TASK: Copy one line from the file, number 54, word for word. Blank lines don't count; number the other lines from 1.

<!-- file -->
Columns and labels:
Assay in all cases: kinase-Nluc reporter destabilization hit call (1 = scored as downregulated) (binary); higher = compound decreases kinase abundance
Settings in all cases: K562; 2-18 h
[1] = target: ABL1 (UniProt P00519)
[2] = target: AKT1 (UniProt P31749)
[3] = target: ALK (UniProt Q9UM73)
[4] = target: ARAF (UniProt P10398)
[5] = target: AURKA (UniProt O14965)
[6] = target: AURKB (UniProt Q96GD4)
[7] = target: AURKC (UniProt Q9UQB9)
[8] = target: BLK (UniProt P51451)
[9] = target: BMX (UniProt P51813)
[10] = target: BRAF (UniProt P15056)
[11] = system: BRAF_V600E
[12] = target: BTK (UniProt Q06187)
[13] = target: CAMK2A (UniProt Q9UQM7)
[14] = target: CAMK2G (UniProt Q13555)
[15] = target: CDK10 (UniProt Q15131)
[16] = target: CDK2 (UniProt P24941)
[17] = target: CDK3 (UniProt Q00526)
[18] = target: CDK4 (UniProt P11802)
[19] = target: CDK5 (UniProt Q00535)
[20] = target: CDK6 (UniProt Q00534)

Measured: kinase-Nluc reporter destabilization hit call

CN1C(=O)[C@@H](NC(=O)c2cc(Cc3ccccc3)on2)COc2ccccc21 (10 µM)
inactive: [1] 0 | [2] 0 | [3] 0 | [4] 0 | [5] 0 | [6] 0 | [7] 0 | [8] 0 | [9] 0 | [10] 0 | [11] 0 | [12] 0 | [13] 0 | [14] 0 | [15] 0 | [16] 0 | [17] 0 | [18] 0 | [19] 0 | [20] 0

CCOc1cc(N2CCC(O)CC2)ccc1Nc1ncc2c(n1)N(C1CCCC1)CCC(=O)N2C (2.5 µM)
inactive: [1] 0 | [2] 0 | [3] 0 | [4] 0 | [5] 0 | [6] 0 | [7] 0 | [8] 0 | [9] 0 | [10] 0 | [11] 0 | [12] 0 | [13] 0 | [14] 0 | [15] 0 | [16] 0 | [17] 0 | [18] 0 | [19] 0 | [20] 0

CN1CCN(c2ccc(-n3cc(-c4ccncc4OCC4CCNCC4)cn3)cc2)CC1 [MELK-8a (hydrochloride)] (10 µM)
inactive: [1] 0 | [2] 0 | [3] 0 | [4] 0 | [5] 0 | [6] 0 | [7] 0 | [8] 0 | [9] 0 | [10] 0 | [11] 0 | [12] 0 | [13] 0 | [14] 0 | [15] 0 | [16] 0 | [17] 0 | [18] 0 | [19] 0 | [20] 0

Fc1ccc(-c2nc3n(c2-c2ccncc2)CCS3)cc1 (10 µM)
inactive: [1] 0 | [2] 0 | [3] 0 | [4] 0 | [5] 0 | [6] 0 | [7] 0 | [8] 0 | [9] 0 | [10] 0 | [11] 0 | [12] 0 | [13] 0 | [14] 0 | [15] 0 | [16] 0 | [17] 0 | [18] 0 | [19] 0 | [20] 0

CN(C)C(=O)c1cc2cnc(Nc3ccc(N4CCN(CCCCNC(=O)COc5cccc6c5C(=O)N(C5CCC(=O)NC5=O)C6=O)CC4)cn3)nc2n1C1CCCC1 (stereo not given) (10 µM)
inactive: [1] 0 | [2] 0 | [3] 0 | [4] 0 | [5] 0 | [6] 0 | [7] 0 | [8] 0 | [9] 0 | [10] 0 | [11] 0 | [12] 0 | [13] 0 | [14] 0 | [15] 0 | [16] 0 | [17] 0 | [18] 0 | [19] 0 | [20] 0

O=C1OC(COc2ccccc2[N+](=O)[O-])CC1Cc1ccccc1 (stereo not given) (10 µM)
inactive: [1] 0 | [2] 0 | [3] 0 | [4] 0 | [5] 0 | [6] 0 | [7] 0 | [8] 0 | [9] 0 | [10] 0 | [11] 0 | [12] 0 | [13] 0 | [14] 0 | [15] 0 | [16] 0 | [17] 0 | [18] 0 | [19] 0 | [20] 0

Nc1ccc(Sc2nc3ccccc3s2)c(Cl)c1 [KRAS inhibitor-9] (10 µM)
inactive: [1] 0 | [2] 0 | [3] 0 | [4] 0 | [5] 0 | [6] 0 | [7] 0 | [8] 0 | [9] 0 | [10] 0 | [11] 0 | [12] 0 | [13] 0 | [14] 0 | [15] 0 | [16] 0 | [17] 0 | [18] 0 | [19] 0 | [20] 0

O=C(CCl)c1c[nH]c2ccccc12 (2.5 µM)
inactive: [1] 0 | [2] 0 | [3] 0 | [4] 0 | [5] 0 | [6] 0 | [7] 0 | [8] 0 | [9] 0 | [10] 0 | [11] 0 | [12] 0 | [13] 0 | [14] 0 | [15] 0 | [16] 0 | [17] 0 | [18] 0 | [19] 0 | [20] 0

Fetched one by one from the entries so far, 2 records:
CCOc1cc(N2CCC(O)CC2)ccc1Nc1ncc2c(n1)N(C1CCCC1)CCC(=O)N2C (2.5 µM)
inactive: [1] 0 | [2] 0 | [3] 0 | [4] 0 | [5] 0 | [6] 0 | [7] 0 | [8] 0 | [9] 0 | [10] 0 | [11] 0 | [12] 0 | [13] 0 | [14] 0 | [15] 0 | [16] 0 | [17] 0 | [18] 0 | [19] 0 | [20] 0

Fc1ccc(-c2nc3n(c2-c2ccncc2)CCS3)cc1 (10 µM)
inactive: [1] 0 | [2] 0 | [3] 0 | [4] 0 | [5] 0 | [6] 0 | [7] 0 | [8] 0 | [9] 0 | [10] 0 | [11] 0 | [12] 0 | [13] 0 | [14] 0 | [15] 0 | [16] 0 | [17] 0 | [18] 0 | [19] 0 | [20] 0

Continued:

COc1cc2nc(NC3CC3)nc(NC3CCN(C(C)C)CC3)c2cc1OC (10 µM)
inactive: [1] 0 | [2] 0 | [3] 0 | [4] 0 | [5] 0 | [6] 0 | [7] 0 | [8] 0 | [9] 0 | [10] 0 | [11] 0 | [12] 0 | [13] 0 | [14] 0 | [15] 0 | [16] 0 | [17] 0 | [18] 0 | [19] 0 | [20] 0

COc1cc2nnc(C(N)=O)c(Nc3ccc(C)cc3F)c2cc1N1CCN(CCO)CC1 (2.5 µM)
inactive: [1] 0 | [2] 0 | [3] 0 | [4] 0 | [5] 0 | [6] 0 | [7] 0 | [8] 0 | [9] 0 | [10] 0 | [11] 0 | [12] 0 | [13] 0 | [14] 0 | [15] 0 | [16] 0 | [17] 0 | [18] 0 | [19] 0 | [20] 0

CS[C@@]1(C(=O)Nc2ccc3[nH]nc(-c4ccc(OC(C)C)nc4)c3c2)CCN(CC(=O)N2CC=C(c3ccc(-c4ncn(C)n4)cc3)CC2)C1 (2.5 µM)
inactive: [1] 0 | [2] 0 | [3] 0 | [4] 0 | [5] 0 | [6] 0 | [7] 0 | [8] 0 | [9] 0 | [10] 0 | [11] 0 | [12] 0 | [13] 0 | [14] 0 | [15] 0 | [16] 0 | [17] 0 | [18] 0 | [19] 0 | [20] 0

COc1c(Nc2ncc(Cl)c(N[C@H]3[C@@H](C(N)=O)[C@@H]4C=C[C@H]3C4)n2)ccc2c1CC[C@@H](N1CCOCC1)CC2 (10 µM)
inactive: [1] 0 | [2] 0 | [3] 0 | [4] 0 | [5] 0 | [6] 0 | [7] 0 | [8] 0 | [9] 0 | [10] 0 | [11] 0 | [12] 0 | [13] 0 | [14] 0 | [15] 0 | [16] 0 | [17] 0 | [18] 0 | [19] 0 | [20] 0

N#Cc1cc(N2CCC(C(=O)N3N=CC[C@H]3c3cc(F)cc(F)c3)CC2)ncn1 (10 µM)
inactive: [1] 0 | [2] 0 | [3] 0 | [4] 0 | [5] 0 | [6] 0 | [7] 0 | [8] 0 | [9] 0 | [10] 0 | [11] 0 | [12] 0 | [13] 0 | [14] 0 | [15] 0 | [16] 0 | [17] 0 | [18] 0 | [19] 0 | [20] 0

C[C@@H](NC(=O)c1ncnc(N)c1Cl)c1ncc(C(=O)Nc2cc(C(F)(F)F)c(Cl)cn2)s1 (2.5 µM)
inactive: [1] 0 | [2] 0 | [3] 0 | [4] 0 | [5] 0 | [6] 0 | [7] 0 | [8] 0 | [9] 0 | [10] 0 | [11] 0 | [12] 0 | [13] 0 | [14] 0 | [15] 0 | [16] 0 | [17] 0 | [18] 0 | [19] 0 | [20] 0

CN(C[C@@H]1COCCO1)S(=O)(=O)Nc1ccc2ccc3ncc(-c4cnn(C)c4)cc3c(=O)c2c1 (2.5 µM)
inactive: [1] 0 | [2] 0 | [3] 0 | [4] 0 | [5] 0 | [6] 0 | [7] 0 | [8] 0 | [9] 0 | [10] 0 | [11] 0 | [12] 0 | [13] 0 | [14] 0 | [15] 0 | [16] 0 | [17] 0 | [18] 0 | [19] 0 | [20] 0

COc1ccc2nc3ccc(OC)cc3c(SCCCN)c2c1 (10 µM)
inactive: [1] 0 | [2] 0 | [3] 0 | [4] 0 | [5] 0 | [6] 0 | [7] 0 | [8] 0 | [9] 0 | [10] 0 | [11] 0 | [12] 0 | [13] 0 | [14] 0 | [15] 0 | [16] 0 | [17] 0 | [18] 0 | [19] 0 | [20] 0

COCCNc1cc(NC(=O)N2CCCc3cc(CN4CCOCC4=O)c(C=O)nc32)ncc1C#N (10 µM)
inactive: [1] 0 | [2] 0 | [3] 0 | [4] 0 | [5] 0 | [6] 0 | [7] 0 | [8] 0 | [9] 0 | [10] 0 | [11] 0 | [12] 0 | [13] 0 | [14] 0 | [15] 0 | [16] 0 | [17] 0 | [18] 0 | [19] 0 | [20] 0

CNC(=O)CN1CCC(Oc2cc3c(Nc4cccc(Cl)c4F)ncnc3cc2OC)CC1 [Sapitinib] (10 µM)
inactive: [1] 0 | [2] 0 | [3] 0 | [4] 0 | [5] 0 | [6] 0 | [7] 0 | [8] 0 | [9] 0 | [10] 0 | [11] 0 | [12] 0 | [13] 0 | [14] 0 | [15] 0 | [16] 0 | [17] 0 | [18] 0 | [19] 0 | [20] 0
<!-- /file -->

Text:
inactive: [1] 0 | [2] 0 | [3] 0 | [4] 0 | [5] 0 | [6] 0 | [7] 0 | [8] 0 | [9] 0 | [10] 0 | [11] 0 | [12] 0 | [13] 0 | [14] 0 | [15] 0 | [16] 0 | [17] 0 | [18] 0 | [19] 0 | [20] 0